CasaPound are violent, racist, fascist thugs, that have too much hold already on Italian realities in the same way as too many historical precedents. They have been convicted of a number of crimes since 2011, are associated with organised crime groups in Rome and Italy in general, and happily send out vigilantes groups to make sure Roma, Sinti, refugees and migrant groups are not ‘polluting’ the streets (with their existence). Myself, along with Italian anti-fascist and writerly collective Wu-Ming Foundation, pointed this out on Twitter to LitHub and the author, to no result – other than receiving anti-semitic, homophobic, and generally charming responses from non-Italian commenters of the frog-avatar variety. Same for the Disqus comment section of the article. The problems of the two platforms are the subject of an entirely different article altogether.

( Free Speech – XKCD )

And yet, here we are, glorifying them, normalising the fascist criminals through a thin literary common ground. For the sake of what, exactly? Do we want to hang out with Enoch Powell’s followers too, because of his powerful use of metaphors? How about a brunch with acolytes of Hitler’s art appreciation club?

Are we seriously at the stage where we ‘forget’ to contextualise and criticise the subject matter of pieces dealing with actual, living, contemporary violent racist movements? I emailed the editors of the publication, after Roberto Spada – the brother of the criminal organisation that controls CasaPound’s turf, and sympathiser of the association – assaulted a journalist. I received a reply, which mostly consisted of the following:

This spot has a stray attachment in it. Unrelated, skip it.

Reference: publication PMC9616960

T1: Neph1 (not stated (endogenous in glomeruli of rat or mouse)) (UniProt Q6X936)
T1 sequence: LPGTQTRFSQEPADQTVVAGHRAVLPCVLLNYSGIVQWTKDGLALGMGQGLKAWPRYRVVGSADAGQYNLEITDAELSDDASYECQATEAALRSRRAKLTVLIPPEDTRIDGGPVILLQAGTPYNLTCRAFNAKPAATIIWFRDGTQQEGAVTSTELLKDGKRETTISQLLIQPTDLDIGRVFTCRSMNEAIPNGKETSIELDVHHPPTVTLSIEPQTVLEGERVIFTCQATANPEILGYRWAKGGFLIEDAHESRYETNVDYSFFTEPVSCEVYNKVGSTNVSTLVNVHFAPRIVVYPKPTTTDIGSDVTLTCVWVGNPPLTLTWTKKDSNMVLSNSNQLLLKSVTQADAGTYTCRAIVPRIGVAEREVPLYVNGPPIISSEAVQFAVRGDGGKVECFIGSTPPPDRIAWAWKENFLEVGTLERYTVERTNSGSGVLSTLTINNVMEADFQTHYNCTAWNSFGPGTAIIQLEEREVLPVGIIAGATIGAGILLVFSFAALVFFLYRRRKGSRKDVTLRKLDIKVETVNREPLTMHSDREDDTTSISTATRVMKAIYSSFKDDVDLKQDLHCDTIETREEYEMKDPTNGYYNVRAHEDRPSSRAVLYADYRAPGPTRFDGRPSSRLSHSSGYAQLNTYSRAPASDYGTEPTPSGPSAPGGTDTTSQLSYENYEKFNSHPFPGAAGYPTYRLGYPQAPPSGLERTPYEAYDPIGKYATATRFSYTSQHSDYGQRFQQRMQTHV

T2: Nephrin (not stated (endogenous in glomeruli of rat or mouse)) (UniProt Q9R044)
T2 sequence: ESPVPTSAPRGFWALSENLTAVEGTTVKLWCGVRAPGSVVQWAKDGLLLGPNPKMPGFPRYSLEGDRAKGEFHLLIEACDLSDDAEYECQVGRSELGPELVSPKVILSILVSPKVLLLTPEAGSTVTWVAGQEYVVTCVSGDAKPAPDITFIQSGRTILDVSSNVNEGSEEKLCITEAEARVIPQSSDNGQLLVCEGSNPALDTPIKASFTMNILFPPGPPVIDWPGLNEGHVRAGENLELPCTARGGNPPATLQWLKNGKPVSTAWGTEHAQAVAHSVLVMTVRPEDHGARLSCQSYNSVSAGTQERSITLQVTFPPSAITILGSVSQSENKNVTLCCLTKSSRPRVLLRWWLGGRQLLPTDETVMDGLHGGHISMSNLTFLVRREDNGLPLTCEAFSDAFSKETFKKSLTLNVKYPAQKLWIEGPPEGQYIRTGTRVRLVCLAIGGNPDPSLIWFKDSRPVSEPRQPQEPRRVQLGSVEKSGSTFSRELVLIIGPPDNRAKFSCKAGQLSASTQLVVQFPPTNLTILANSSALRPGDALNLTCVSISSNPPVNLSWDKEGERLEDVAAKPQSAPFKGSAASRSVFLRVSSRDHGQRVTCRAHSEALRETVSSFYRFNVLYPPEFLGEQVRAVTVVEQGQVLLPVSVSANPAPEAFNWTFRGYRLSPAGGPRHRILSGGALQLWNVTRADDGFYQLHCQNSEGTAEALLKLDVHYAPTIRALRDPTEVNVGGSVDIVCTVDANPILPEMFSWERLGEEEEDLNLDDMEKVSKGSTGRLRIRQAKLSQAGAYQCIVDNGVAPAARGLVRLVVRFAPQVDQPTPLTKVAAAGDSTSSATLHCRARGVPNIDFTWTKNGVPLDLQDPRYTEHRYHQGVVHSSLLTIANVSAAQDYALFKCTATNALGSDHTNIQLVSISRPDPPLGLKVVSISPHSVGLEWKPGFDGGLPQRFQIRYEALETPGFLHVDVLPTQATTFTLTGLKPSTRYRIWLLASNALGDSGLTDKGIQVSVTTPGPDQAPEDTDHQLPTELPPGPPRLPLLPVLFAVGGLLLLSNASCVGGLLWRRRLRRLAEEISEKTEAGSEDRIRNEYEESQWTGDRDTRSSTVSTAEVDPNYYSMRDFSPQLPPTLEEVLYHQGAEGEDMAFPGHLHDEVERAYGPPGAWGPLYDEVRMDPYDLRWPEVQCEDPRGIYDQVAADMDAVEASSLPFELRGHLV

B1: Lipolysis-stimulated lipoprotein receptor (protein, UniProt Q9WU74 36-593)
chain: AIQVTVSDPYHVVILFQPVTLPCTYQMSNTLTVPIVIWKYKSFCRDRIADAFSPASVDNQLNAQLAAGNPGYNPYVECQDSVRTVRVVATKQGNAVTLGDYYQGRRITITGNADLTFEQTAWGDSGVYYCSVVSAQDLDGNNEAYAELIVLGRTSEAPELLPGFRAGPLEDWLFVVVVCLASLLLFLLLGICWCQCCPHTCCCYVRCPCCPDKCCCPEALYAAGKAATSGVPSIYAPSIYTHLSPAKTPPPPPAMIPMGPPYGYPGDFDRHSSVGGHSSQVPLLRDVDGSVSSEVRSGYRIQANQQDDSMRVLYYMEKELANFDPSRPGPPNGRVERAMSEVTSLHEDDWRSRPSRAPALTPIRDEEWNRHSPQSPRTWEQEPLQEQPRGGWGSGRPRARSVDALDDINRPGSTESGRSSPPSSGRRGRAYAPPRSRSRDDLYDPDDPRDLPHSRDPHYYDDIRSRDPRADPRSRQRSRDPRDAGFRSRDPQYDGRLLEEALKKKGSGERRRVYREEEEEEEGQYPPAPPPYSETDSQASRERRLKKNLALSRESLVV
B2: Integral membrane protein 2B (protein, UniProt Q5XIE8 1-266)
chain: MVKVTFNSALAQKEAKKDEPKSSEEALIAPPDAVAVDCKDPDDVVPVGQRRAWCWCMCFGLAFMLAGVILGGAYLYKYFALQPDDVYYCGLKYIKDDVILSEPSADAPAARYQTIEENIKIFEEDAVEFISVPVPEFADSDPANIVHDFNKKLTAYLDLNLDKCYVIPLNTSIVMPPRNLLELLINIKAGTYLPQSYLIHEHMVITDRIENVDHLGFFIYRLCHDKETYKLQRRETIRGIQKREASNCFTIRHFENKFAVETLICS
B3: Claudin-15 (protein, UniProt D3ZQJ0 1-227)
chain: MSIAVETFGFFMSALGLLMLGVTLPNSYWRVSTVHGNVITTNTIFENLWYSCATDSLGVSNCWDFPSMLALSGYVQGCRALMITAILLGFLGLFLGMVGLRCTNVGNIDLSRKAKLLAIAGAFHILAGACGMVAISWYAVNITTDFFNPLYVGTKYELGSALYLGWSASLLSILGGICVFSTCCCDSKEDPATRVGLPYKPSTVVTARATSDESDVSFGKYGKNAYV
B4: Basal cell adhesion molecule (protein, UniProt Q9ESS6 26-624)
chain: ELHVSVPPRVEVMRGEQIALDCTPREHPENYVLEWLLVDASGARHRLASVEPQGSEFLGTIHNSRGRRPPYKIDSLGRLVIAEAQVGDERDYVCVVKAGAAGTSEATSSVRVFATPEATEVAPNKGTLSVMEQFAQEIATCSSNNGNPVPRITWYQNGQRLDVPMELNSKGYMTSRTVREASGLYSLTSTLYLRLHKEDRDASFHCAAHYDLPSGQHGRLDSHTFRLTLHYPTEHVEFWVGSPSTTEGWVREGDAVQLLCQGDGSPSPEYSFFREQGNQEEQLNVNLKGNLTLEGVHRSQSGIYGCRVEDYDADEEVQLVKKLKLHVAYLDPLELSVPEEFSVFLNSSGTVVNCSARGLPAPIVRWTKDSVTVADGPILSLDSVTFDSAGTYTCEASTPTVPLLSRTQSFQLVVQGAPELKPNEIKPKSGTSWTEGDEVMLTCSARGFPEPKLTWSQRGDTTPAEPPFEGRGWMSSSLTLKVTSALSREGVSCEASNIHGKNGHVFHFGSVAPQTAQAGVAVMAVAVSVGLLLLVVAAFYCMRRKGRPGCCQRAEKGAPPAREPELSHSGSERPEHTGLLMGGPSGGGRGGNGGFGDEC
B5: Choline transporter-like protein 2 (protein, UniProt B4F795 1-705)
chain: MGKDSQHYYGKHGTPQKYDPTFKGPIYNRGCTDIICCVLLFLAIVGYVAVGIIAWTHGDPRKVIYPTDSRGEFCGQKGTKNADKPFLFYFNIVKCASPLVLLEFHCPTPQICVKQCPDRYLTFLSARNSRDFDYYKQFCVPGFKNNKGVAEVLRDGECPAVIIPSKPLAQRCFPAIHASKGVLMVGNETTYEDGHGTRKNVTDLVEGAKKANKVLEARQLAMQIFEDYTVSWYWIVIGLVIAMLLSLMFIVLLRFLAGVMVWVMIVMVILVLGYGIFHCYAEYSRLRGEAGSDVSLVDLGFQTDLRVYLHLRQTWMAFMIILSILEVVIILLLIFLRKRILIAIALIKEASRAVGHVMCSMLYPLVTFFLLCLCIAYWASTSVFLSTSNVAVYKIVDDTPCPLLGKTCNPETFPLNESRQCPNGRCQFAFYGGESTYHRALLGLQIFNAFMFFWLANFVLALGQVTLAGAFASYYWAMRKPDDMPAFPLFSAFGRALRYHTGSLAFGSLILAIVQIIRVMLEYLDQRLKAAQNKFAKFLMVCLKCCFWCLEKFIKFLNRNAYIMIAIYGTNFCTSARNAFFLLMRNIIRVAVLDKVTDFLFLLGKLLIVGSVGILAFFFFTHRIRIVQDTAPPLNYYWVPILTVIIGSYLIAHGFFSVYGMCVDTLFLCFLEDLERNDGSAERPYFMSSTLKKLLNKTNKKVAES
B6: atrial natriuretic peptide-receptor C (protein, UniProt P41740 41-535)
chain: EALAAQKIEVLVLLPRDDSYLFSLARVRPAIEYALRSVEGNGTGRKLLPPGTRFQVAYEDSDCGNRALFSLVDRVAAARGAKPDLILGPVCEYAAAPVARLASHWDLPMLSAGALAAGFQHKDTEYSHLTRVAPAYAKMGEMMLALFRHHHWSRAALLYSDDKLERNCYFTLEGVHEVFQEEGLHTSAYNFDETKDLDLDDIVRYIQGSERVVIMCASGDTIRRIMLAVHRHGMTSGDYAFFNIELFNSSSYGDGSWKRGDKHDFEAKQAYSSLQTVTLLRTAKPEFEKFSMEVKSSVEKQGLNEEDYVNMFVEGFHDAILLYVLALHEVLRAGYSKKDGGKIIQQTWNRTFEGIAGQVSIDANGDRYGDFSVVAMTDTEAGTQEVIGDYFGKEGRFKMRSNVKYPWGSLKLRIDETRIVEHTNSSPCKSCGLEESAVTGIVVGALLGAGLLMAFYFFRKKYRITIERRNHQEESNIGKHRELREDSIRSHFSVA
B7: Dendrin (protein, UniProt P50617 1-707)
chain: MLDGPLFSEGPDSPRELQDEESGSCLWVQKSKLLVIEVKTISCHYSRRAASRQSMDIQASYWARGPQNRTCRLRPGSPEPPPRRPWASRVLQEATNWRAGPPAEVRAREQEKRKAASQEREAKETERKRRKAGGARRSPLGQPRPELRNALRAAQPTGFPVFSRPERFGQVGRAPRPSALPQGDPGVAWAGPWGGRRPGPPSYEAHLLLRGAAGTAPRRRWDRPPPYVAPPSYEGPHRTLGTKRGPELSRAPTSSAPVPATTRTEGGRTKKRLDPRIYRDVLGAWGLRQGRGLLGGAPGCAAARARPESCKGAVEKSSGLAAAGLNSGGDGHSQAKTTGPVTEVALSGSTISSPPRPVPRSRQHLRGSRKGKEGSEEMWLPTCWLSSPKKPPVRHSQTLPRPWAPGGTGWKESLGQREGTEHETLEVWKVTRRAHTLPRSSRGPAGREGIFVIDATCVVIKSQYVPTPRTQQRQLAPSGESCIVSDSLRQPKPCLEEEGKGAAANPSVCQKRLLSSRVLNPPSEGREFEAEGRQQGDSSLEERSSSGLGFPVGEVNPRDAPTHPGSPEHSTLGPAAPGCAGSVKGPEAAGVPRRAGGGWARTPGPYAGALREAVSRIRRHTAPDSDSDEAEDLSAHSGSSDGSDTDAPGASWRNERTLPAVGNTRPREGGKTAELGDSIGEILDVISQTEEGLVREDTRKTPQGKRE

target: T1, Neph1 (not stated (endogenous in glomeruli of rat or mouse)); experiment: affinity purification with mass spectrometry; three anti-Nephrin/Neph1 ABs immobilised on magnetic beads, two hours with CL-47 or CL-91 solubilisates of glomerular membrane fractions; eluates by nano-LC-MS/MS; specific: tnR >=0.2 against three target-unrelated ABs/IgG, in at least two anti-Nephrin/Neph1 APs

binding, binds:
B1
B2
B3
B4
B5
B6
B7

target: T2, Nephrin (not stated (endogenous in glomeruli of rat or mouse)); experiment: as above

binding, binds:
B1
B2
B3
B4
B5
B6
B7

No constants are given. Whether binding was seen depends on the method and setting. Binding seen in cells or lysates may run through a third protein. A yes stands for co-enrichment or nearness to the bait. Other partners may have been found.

‘Would you be interested in writing a piece for us in response not only to Swift’s excerpt, but looking at bit more broadly at the too-easy way that fascism is often dismissed as the province of the lower classes, when of course it has long been a fetish of the putatively well educated?’

Fascism preys on the uneducated, on the disenfranchised, on the ones that feel forgotten by society

Yes, I would. Here it is: I will not capitalise on the fascination that liberal and moderate academia and media has with extremism, by legitimising an abhorrent piece of normalisation. I will not be complicit in the classist belief that only the uneducated and disenfranchised can be racist, fascist thugs. There is too much of that going around already. Italy does it. The UK does it. The US oh-so does it. And the point is: it’s not true. There is a whole lot of (predominantly white) classism, a dollop of ‘it couldn’t happen here’ ism, and a pinch of snobism in all of this, typical of certain intellectual circles and something that just keeps coming up this past couple of years when looking at politics.

Fascism preys on the uneducated, on the disenfranchised, on the ones that feel forgotten by society (which can be the case, though usually not to the point that people believe it to be true) – it is not born out of them. All the talk of open, tolerant, mindful debate should be directed towards the marginalised communities that are being targeted by predators on every side, instead of the predators themselves. Stop marginalising, stop compromising, stop dismissing, and start fucking saying something.

Featured image CC BY 2.0 Evan Nesterak